Whether it’s by putting on your favorite Christmas pajamas and baking Christmas cookies with your best friend or driving around in your car and seeing the beauty of all the decorative lights, it’s easy to say that most everyone finds hope and happiness during the Christmas season.
The holidays have always served as a time of joyous gathering and cheer amongst families worldwide, whether they be big or small. However, the holidays appear to be a little different this year. With ongoing guidance from governors and restrictive measures encouraged by Department of Health officials for our safety, large gatherings have been highly discouraged and many families have opted to refrain from gathering with their loved ones.
This is no easy feat for anyone, especially with consideration to the amount of hardship we have endured thus far and the support that comes from sharing these emotions with our loved ones. I mean, what better need for the Christmas spirit than now?
One comforting notion, and I mean that in the loosest sense possible, is that we are not alone. A little over a century ago, in the year 1918, our ancestors experienced a similar devastation pertaining to the Spanish flu. The influenza took health officials by surprise, claiming the lives of roughly 50 million individuals worldwide. Further, there was an ongoing war at the time in Europe, claiming the lives of several others.
As a way to combat the disease, government officials isolated the population, shutting down schools, playhouses, churches and many other places of gathering (…sound familiar?). Families worldwide fell into a deep sadness as the Christmas season approached, unable to share their pain with their loved ones or participate in religious ceremonies at the churches. Recognizing this, health officials sat down on Dec. 20, 1918 to look at the list of those who had died due to the influenza. Seeing the amount had decreased, they made the decision of reopening the churches as a heartful attempt of lifting the population’s spirits. And that it did! The people gathered and Christmas music ringed throughout all of the churches, serving as a saving grace for many.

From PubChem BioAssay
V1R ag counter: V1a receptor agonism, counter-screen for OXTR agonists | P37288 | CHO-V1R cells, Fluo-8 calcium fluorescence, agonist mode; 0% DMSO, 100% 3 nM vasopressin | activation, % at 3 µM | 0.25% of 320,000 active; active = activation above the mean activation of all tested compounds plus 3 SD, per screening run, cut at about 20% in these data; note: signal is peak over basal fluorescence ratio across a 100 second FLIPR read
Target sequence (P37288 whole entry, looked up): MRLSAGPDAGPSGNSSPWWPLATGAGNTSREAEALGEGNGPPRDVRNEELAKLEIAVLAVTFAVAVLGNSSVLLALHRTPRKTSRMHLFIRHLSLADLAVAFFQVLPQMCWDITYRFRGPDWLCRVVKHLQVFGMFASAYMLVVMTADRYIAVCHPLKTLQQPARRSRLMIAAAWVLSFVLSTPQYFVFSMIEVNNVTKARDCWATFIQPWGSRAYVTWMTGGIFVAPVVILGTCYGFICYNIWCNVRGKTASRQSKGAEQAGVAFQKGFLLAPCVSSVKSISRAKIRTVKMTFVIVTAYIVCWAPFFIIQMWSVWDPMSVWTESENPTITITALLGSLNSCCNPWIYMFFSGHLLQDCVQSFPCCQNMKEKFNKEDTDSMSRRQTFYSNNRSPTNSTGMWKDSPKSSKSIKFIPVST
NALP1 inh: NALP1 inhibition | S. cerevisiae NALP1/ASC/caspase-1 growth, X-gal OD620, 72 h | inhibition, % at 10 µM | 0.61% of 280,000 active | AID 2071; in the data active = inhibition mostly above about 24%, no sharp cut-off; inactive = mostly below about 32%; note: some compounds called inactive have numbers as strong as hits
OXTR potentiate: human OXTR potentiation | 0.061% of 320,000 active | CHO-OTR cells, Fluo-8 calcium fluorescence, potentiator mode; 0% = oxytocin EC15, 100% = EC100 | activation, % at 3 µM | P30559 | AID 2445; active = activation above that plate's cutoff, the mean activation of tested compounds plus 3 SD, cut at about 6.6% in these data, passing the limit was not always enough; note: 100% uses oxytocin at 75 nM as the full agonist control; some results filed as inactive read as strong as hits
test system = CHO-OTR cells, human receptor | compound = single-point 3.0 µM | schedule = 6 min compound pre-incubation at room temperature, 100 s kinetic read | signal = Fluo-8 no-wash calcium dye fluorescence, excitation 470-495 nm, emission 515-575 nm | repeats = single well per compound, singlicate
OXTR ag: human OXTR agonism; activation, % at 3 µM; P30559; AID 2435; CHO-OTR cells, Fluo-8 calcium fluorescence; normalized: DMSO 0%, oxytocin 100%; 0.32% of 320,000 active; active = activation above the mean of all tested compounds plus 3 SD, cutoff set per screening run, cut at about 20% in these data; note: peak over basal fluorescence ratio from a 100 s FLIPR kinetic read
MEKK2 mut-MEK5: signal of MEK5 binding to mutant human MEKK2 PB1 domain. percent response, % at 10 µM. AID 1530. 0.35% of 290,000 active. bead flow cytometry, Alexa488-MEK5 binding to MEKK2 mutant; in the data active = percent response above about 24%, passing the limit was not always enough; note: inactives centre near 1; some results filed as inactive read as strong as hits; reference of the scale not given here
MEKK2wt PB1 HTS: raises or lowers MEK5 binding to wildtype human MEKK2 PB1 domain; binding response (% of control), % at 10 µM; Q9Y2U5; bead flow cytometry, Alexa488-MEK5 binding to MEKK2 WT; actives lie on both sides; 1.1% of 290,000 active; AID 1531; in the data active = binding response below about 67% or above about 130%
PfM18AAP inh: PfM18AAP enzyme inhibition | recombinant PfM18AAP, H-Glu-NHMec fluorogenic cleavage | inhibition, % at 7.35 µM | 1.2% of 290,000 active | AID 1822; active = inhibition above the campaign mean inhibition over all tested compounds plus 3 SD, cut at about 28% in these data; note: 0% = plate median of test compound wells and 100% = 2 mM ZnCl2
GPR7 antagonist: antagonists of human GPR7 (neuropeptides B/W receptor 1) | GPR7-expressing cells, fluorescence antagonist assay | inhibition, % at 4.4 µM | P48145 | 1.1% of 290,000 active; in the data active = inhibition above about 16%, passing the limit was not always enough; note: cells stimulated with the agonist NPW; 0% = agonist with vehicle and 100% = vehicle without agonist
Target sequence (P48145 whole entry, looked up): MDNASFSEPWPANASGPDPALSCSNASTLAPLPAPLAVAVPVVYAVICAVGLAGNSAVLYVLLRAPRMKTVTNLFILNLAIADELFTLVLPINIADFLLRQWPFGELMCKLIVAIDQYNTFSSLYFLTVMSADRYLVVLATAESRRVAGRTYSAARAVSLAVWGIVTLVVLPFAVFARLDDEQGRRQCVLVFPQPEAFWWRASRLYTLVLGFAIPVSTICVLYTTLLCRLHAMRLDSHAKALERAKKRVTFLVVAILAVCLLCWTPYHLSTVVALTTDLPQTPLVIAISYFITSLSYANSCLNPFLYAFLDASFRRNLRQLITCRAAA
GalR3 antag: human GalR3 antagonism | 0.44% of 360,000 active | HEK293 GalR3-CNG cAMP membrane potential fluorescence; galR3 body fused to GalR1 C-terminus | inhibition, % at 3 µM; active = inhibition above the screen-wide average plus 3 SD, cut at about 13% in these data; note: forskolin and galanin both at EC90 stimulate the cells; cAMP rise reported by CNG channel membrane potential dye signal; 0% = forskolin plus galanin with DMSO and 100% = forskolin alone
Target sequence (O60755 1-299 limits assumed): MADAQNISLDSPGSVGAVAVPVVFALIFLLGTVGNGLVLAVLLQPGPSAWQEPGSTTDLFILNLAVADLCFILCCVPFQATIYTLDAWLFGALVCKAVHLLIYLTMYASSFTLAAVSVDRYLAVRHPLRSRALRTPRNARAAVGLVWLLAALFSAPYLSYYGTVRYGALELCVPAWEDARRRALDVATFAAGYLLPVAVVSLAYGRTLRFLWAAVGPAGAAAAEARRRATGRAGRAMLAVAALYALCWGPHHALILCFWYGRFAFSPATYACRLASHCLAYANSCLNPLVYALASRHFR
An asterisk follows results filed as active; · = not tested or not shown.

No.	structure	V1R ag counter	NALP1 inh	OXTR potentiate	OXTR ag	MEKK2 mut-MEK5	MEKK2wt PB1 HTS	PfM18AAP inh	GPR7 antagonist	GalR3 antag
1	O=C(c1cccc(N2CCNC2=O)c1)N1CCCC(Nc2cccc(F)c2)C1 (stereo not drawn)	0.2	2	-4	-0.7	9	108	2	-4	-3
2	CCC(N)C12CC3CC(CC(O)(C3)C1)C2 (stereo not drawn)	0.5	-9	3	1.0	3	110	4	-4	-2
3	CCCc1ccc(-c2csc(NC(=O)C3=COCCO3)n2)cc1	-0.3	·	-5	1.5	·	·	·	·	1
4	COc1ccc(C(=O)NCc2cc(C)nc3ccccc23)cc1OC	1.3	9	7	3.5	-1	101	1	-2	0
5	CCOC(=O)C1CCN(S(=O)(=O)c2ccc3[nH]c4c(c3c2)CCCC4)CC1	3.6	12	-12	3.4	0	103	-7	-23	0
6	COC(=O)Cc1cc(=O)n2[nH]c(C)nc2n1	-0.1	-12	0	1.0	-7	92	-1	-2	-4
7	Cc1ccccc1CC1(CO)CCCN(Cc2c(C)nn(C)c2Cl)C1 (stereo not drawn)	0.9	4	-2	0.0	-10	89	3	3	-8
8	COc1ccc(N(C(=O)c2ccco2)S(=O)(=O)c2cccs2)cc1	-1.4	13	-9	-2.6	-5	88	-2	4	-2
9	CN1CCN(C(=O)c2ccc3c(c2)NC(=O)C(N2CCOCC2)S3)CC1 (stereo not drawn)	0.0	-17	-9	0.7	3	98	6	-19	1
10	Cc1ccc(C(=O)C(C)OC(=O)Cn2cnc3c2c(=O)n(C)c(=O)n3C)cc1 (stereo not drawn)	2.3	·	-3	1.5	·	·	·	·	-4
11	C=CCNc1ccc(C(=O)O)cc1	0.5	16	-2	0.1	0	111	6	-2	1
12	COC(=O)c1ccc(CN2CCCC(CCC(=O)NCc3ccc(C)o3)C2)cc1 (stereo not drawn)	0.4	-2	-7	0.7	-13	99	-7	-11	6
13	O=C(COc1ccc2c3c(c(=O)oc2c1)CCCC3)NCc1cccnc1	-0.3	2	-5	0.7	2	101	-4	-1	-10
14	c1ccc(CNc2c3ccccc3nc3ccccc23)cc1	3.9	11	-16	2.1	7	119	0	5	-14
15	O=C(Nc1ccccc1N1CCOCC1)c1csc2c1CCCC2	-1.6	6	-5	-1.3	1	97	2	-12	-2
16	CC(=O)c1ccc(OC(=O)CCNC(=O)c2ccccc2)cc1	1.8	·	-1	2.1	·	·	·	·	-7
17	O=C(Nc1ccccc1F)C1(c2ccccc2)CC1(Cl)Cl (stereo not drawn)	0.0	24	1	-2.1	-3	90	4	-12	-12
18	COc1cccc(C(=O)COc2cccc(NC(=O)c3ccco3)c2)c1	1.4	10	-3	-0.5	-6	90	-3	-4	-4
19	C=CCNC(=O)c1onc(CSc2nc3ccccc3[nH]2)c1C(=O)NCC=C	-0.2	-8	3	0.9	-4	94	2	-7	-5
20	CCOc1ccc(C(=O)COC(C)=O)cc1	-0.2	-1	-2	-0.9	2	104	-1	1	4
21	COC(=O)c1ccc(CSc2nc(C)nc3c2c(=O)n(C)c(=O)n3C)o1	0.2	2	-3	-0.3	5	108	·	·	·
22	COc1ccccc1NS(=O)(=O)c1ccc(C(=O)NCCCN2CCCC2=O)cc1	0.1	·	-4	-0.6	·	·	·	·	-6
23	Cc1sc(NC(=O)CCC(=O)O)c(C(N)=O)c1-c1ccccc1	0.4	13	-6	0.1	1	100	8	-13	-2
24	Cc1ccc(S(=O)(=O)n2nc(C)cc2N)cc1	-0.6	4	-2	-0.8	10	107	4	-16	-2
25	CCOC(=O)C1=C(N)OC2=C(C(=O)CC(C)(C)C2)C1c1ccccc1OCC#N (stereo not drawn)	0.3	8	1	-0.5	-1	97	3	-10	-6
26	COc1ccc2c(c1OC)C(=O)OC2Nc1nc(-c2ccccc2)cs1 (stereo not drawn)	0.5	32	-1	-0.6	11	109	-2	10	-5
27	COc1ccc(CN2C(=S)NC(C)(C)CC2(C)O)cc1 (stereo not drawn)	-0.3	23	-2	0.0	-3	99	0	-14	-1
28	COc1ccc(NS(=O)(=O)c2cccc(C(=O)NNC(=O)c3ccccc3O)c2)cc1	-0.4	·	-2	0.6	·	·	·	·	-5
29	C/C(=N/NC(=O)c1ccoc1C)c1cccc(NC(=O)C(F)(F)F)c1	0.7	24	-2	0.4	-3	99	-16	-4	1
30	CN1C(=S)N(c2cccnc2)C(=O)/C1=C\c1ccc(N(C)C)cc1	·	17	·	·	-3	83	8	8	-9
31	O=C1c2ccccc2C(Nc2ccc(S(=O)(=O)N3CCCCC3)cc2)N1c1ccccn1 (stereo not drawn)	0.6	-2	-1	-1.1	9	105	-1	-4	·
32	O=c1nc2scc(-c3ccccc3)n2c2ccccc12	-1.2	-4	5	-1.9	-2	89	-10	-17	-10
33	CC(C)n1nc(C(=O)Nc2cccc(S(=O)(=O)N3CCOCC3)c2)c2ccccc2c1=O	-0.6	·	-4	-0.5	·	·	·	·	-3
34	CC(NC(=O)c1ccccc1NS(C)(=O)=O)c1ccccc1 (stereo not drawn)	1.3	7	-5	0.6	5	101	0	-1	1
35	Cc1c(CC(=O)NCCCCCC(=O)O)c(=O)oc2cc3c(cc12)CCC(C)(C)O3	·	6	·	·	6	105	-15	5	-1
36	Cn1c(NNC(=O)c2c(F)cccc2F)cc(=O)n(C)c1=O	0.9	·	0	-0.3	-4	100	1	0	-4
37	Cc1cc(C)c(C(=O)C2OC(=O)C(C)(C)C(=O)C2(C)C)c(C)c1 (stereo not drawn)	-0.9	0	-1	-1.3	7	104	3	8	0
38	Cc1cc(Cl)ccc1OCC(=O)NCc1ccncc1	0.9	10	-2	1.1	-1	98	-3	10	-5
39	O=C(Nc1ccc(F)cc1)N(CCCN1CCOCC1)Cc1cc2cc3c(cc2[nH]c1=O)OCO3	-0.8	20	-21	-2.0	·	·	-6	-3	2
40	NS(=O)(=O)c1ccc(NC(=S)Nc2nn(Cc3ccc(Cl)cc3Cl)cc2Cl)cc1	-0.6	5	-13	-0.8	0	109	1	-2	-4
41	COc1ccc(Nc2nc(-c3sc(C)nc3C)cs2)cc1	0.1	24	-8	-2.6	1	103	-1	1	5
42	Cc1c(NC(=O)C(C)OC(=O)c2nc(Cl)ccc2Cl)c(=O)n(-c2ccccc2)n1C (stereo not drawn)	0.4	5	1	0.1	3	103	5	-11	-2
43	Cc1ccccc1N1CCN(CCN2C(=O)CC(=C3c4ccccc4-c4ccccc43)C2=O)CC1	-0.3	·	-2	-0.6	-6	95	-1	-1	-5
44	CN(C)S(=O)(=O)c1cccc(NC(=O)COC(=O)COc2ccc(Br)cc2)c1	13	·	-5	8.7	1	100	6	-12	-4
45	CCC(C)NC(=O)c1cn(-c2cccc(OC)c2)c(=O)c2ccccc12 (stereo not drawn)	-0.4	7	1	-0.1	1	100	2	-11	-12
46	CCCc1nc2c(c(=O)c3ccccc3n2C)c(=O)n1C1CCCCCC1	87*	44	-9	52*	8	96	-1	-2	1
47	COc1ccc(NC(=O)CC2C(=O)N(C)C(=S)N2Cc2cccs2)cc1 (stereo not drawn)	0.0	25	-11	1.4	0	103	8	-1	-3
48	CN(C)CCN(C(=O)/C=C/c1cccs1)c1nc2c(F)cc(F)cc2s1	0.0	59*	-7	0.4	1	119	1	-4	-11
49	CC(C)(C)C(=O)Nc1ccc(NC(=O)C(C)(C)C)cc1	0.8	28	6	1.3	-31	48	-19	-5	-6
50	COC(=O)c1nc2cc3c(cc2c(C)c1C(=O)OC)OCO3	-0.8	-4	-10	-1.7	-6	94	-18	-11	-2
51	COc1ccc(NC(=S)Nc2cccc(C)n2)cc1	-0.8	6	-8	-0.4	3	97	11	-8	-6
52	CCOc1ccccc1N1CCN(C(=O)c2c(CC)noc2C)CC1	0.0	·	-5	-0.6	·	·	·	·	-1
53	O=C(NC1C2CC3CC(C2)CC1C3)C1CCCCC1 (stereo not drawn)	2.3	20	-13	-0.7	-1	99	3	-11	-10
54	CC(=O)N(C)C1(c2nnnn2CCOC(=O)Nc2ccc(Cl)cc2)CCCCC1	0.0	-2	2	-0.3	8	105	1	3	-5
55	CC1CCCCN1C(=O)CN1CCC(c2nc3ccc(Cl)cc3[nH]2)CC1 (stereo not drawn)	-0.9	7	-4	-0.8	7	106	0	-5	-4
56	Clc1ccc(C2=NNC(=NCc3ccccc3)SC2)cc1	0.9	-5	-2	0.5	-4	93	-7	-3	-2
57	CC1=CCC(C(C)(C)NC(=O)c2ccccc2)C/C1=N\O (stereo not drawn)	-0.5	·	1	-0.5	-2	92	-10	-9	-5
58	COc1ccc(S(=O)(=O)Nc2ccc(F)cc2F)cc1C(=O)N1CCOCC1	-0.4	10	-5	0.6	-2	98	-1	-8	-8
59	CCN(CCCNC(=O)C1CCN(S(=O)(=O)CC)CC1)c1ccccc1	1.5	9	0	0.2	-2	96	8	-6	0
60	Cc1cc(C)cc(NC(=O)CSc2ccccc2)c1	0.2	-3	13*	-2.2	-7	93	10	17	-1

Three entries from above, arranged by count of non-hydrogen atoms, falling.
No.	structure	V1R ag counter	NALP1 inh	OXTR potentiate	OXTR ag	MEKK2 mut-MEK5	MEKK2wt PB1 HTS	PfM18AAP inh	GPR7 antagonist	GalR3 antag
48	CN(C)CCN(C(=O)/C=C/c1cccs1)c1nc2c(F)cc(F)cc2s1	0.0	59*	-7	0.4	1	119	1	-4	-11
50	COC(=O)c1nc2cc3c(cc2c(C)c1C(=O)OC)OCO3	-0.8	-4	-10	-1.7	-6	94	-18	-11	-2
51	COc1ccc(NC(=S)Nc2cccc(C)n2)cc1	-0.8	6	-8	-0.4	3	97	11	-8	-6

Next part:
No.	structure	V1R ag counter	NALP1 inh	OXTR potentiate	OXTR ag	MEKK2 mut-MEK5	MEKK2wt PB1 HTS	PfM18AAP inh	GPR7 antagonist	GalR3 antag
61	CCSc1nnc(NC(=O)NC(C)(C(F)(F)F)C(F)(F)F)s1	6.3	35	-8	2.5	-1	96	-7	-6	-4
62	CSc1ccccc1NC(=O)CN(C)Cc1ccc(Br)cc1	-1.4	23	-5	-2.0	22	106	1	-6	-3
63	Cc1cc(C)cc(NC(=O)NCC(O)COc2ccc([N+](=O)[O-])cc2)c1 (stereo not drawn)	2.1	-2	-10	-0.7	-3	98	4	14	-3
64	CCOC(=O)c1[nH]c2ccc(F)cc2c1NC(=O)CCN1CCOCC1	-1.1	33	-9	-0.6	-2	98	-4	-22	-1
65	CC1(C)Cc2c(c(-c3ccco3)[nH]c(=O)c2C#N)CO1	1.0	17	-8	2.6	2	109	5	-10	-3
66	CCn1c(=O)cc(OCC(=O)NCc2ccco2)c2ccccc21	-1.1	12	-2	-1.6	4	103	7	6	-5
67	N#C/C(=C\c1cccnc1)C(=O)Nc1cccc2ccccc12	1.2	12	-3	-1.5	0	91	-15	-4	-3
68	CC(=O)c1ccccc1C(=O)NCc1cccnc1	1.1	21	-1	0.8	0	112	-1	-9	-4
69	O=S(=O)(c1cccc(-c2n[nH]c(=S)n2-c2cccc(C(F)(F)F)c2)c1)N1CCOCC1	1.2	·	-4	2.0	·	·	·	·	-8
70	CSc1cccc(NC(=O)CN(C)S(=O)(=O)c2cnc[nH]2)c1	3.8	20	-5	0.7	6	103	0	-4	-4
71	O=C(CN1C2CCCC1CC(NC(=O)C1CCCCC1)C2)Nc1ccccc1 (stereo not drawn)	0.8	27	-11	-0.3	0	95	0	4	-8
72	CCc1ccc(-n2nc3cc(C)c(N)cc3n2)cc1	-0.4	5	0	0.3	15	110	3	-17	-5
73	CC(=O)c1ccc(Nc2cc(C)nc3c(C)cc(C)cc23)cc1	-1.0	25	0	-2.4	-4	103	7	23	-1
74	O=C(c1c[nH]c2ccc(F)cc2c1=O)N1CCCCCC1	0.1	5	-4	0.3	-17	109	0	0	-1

Although Christmas is still a few weeks away, the Christmas spirit can already be seen and felt. Personally, Christmas is one of the holidays I most anticipate, for more reasons than one! My cousin always flies back from Seattle, Wash., where he lives, to share in the joy of our big Christmas gathering on my dad’s side.
On my mom’s side, my grandparents never fail to cook our favorite Polish foods (like galumpki and pierogies!). This year for Christmas, my cousin can’t fly down to join us and the large gathering is planned to be exceedingly sized down and distanced. On my mom’s side, we may still be going over my grandparents’ house, as it’s just the four of us, and my mom sees them on a regular basis to help around the house. So much is still unknown involving the holidays and, although it may appear much different than previous years, I’m not going to let it dull the holiday spirit!
This year, whilst the same gatherings we’re all used to may not take place, it’s important to remember that the sense of community still shines through in the little things. It’s essential to keep in mind that although Christmas is generally associated with notions of family gatherings and feasts, it’s much more than that; Christmas is showing love for one another, Christmas is giving to others and Christmas is community.
So, next time you take a drive, take the time to appreciate the Christmas lights that you see, perhaps on your neighbor’s house, and let it serve as a reminder that the Christmas “gathering” has already begun. Take the time to donate to those less fortunate through a local food or gift drive (I know many of those have gone virtual!). Take the time to call your loved ones and celebrate with those you can, keeping the Christmas spirit alive and remembering all the love that can be shared, regardless of physical contact! Don’t let COVID-19 take anything else from you; Christmas is all around us!